The games have begun! (part 2 of 3)

World-class soft-skill # 2:  Visualizing

In my mind visualizing is one of the most under-rated and under-used skills.

Next time that you’re watching athletes compete at the Olympics, take a close look at your TV screen.  The fact is that most of the athletes that you’ll watch compete have already seen, felt, tasted, smelled and heard in their mind’s eye, their routine and what it would be like to compete at the Beijing Olympics. 

In fact, since the 1980s sports psychologists have been using visualization as an add-on to athletes’ training programs. 

Visualization helps athletes in two major ways: 

* It helps them get better at what they do and

* It helps them get closer to their goals

Logic tells me that if it helps athletes, who like you and I are made of skin and bones, it can also help us both become better at what we do and achieve more.  Experience tells me that it does.

Here’s how visualization works.

Improves your performance

Visualizing a routine makes you better at it because the brain perceives no difference between imagining an action and doing it in real life.  Both activities, imaging and doing, create neural pathways in your brain. Because this is how the brain processes information, you become better at doing things. For example, when a gymnast practices a routine on the parallel bars, she becomes better at it because she’s actually strengthening neural pathways in her brain.  So it follows, when you practice in your mind a presentation, your brain registers it as one more practice and neural pathways are strengthened.

Because you can imagine more things than when you’re actually rehearsing, in your mind you can add as many elements of reality as you like.  For example, you can visualize how you’ll respond if you forget a line during your speech.  How will you feel? What will you do?  By preparing beforehand for uncomfortable mishaps, you’re likely to feel more comfortable during the actual performance – and when you do, it’s likely that you’ll perform better.

When I was working in sales, I used to visualize my presentations during the car-ride on my way to clients.  This really helped me feel psyched and get focused, as opposed to feel nervous and dread the meeting.

Gets you closer to your goals

When you visualize your goals, you’re creating a conflict in your brain between where you’re at and where you want to go.  When this happens, your brain goes on a mission to bridge the gap between your current reality and your imagined one, and jumps into action. When that happens:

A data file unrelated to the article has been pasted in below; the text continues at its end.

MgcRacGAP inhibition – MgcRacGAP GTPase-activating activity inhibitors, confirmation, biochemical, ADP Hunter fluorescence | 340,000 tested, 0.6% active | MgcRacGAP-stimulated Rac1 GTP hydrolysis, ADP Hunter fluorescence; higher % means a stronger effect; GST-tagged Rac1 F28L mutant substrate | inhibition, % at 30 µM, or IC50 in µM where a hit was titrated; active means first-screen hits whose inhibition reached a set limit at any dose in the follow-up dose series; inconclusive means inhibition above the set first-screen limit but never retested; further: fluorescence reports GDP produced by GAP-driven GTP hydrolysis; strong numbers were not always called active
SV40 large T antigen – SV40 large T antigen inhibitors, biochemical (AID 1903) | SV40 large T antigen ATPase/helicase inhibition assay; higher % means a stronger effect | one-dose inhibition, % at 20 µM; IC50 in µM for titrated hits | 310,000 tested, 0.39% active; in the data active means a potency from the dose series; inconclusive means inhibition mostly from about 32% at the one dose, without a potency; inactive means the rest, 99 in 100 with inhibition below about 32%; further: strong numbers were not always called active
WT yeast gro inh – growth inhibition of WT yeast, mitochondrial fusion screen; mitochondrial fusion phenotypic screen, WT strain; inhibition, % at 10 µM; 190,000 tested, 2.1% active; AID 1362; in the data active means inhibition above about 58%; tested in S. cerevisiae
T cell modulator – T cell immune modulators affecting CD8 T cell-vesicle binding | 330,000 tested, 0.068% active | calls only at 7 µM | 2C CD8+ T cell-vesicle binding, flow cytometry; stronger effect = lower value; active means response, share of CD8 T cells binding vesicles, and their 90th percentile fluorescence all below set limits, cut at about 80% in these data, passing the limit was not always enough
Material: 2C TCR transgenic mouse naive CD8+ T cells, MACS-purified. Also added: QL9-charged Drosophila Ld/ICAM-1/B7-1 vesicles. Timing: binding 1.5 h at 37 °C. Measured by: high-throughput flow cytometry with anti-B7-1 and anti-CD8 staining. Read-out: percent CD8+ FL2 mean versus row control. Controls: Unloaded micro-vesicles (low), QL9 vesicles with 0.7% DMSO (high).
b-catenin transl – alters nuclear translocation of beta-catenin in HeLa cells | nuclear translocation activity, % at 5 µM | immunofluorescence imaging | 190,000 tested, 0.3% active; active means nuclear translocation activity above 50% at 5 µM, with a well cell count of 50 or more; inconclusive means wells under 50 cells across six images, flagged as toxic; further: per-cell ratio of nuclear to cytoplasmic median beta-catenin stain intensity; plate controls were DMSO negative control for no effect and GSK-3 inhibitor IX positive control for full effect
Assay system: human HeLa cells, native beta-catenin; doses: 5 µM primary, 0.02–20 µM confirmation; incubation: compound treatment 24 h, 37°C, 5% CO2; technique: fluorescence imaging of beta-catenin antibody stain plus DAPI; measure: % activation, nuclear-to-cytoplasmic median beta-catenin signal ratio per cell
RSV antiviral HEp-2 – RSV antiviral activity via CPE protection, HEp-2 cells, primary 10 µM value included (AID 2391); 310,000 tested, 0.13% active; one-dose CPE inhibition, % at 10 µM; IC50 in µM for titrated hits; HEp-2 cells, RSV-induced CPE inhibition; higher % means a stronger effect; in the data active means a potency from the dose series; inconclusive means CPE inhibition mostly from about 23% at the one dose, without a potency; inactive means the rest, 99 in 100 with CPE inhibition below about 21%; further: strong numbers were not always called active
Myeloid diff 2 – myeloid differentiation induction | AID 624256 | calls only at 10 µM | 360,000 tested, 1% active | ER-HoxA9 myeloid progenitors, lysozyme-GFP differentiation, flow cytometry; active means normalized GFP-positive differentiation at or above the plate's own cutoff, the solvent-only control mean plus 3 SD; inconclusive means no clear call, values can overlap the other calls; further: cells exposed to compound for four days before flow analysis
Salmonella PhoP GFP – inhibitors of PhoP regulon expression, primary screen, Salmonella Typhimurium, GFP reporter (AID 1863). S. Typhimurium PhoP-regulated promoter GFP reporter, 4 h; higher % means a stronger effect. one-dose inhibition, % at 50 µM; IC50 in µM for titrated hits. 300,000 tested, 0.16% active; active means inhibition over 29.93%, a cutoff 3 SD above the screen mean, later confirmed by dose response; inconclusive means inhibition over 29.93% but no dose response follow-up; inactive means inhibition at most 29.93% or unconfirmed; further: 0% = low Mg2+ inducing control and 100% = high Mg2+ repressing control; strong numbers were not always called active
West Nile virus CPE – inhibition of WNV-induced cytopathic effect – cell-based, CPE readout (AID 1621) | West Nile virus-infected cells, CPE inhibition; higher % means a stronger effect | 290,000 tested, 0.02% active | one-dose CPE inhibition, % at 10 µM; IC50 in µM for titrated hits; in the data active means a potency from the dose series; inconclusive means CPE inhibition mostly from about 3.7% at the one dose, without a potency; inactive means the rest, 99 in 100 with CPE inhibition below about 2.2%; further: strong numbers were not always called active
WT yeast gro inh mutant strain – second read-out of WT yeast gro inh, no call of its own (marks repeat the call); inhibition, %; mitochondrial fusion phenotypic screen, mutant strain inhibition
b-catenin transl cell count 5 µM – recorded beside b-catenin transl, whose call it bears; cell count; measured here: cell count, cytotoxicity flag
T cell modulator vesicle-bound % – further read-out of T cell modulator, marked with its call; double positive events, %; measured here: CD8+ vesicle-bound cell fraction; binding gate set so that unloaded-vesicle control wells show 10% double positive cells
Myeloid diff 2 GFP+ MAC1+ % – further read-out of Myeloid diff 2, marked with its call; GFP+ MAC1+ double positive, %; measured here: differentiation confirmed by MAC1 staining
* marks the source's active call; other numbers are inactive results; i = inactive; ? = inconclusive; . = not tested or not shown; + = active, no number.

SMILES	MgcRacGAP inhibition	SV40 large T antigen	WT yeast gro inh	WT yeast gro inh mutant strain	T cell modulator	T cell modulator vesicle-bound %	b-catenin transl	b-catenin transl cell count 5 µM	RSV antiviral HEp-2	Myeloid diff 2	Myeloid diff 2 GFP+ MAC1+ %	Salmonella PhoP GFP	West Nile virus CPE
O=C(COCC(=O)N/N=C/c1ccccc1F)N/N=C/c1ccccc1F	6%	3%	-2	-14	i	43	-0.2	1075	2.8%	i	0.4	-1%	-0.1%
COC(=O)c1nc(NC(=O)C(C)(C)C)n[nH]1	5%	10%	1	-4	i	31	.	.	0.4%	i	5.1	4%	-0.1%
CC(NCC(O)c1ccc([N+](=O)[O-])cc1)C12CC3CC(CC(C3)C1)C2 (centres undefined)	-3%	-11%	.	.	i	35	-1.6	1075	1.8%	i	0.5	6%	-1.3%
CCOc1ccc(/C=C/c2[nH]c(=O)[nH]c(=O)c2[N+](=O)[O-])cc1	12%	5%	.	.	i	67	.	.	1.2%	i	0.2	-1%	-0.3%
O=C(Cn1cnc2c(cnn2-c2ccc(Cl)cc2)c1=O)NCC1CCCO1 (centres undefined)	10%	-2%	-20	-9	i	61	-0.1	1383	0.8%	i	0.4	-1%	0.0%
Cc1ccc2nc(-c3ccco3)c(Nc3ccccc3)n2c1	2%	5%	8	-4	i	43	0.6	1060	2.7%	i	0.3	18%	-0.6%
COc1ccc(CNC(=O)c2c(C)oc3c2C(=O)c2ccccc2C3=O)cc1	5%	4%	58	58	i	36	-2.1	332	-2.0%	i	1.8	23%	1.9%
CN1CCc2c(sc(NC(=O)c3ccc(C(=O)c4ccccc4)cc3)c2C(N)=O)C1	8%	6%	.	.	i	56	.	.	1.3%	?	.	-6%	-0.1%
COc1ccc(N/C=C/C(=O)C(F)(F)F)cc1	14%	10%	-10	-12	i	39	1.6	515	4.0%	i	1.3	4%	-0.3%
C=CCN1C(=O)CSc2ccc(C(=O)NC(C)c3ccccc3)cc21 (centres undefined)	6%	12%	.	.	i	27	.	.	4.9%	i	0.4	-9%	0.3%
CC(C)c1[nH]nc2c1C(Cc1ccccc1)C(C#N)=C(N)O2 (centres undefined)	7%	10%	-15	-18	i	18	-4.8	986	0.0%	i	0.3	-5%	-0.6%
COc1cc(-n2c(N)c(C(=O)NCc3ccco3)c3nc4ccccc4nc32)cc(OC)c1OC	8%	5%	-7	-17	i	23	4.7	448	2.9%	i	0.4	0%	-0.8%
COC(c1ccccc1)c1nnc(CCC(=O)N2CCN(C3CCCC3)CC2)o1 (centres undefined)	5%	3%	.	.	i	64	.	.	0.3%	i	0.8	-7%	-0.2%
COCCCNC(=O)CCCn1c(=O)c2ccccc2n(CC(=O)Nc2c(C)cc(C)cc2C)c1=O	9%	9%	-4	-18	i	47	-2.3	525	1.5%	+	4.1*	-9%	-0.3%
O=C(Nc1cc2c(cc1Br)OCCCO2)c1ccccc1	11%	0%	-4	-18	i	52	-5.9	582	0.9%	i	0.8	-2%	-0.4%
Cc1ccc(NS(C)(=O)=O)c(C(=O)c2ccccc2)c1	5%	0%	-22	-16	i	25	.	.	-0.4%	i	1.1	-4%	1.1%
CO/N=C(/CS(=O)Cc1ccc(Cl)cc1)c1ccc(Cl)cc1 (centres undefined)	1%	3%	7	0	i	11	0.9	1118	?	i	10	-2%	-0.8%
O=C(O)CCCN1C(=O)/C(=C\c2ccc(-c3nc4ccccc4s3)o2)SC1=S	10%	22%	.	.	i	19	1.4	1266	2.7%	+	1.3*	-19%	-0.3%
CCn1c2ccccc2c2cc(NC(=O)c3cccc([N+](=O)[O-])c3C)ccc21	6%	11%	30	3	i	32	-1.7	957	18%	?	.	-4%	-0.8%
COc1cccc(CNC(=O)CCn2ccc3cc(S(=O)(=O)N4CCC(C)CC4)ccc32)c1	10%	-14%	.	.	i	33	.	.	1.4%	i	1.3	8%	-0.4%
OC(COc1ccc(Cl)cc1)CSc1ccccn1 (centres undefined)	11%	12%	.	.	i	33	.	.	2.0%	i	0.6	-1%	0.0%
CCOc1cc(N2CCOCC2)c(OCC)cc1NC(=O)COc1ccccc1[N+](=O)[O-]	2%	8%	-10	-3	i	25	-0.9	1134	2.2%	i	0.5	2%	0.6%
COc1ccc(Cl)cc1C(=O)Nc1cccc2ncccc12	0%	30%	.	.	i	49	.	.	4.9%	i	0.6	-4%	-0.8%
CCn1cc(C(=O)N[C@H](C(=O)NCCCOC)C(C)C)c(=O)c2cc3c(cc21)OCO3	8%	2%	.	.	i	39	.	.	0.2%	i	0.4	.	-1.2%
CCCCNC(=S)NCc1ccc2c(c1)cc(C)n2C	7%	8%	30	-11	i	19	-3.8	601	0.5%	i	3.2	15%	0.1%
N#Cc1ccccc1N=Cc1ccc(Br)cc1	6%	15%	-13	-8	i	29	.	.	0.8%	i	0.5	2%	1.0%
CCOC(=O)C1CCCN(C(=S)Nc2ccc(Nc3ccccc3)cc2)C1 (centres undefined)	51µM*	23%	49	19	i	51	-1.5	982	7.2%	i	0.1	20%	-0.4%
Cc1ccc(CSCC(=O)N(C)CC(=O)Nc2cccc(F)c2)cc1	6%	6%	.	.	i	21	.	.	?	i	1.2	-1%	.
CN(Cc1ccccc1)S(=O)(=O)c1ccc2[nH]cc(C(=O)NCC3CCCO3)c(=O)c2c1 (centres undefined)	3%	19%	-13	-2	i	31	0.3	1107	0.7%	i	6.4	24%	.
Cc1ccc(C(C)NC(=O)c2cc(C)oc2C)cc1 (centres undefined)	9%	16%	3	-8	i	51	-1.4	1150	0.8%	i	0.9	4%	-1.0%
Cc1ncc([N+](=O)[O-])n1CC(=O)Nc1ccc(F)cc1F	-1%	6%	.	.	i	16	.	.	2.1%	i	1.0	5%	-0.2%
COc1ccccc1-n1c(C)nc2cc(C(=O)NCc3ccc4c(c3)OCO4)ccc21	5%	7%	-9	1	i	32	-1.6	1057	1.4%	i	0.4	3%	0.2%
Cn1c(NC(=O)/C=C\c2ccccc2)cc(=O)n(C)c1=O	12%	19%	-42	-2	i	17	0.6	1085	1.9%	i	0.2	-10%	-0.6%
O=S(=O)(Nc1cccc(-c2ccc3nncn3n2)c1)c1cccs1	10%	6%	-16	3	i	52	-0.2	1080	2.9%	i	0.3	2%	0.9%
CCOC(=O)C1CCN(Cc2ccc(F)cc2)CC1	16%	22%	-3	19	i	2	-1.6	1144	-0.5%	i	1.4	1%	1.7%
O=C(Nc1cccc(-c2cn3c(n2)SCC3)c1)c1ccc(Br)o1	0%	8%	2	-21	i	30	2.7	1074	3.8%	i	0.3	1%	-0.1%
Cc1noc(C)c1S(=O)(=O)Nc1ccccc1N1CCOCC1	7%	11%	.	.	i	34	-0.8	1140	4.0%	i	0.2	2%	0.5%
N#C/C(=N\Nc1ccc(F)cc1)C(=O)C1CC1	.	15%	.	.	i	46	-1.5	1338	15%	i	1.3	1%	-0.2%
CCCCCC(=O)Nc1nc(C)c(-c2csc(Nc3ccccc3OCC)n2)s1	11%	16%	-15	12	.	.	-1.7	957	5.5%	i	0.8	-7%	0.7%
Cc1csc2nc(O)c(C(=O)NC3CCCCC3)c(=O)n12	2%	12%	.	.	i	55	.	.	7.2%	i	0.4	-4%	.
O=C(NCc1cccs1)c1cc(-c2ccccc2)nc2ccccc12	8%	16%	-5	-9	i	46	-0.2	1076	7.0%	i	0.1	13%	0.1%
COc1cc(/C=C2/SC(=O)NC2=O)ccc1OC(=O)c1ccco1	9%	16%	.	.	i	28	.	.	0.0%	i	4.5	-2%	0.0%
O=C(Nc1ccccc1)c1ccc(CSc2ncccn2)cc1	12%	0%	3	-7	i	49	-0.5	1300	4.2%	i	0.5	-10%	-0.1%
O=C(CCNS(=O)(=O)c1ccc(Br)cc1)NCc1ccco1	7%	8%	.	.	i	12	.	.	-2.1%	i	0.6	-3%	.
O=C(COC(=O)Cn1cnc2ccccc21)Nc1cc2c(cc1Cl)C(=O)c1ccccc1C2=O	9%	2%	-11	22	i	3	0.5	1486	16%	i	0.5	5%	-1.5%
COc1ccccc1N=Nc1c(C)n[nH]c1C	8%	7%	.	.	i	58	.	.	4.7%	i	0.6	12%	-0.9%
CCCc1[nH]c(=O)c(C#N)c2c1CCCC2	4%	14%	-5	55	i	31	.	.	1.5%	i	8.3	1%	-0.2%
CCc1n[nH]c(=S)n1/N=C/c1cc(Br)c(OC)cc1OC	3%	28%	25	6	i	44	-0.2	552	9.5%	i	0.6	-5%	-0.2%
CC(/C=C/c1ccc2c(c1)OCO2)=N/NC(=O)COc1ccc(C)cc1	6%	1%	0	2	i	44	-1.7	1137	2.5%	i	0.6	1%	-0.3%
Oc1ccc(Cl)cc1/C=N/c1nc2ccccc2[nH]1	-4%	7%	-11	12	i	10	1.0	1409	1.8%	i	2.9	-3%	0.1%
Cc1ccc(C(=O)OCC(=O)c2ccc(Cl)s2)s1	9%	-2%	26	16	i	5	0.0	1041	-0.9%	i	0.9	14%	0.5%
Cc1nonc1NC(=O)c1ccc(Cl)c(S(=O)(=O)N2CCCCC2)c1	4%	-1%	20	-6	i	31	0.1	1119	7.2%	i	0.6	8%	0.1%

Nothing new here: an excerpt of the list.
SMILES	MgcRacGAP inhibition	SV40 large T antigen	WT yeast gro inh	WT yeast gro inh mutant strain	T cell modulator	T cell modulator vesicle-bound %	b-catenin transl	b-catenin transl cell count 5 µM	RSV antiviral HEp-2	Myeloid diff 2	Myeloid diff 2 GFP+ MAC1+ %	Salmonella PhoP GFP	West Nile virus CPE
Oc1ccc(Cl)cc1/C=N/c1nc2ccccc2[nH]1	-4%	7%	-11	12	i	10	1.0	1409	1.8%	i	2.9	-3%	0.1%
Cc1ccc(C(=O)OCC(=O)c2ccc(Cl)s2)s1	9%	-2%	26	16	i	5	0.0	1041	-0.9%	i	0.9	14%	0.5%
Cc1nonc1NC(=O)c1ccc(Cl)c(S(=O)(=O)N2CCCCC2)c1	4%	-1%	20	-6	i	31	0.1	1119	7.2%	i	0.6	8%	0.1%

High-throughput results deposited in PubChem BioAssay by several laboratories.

1. You become more aware of what you need in order to achieve your goals.

2. You become more creative.  After visualizing my goals I often find that ideas come to my mind more easily and frequently (that’s why I carry a pen and paper 24/7). I also find that I’m able to find solutions to problems faster.

3. You stay active and motivated because you’re brain now has a mission to solve something. 

Visualizing is easy (and can feel trippy)

Quite simply visualizing is about creating a movie in your mind’s eye. Whether the movie is about an upcoming performance such as a presentation or a phone call to a difficult client, or about your major goals, the technique is the same.

Here’s how:

1. Pick a quiet spot and sit in a comfortable position.

2. Take 10 deep breaths or until you feel that your mind and body are relaxed.

3. Start to picture the event or your goals.

4. Now make it a blockbuster movie by making it as real-feeling as possible. Put yourself in the picture in 3-D.  Add colors, smells, feelings and even flavors.  

5. Picture your best performance or that you already achieved your goals.  Don’t waste time dwelling on your work in progress.  This is your movie and you’re the super-hero. It’s done, you’re there at your peak.

6. Think about who else is in your movie.  Who’s watching you? The whole world?

7. Think about how you feel about how other’s respond to you. Do you feel butterflies of excitement in your belly?

8. Slowly open your eyes and feel like a winner.

If you’re new at this, I suggest that you don’t do this exercise for longer than 10 minutes at a time.  That way it’s less likely that you’ll get frustrated and more likely that you’ll continue to do it.







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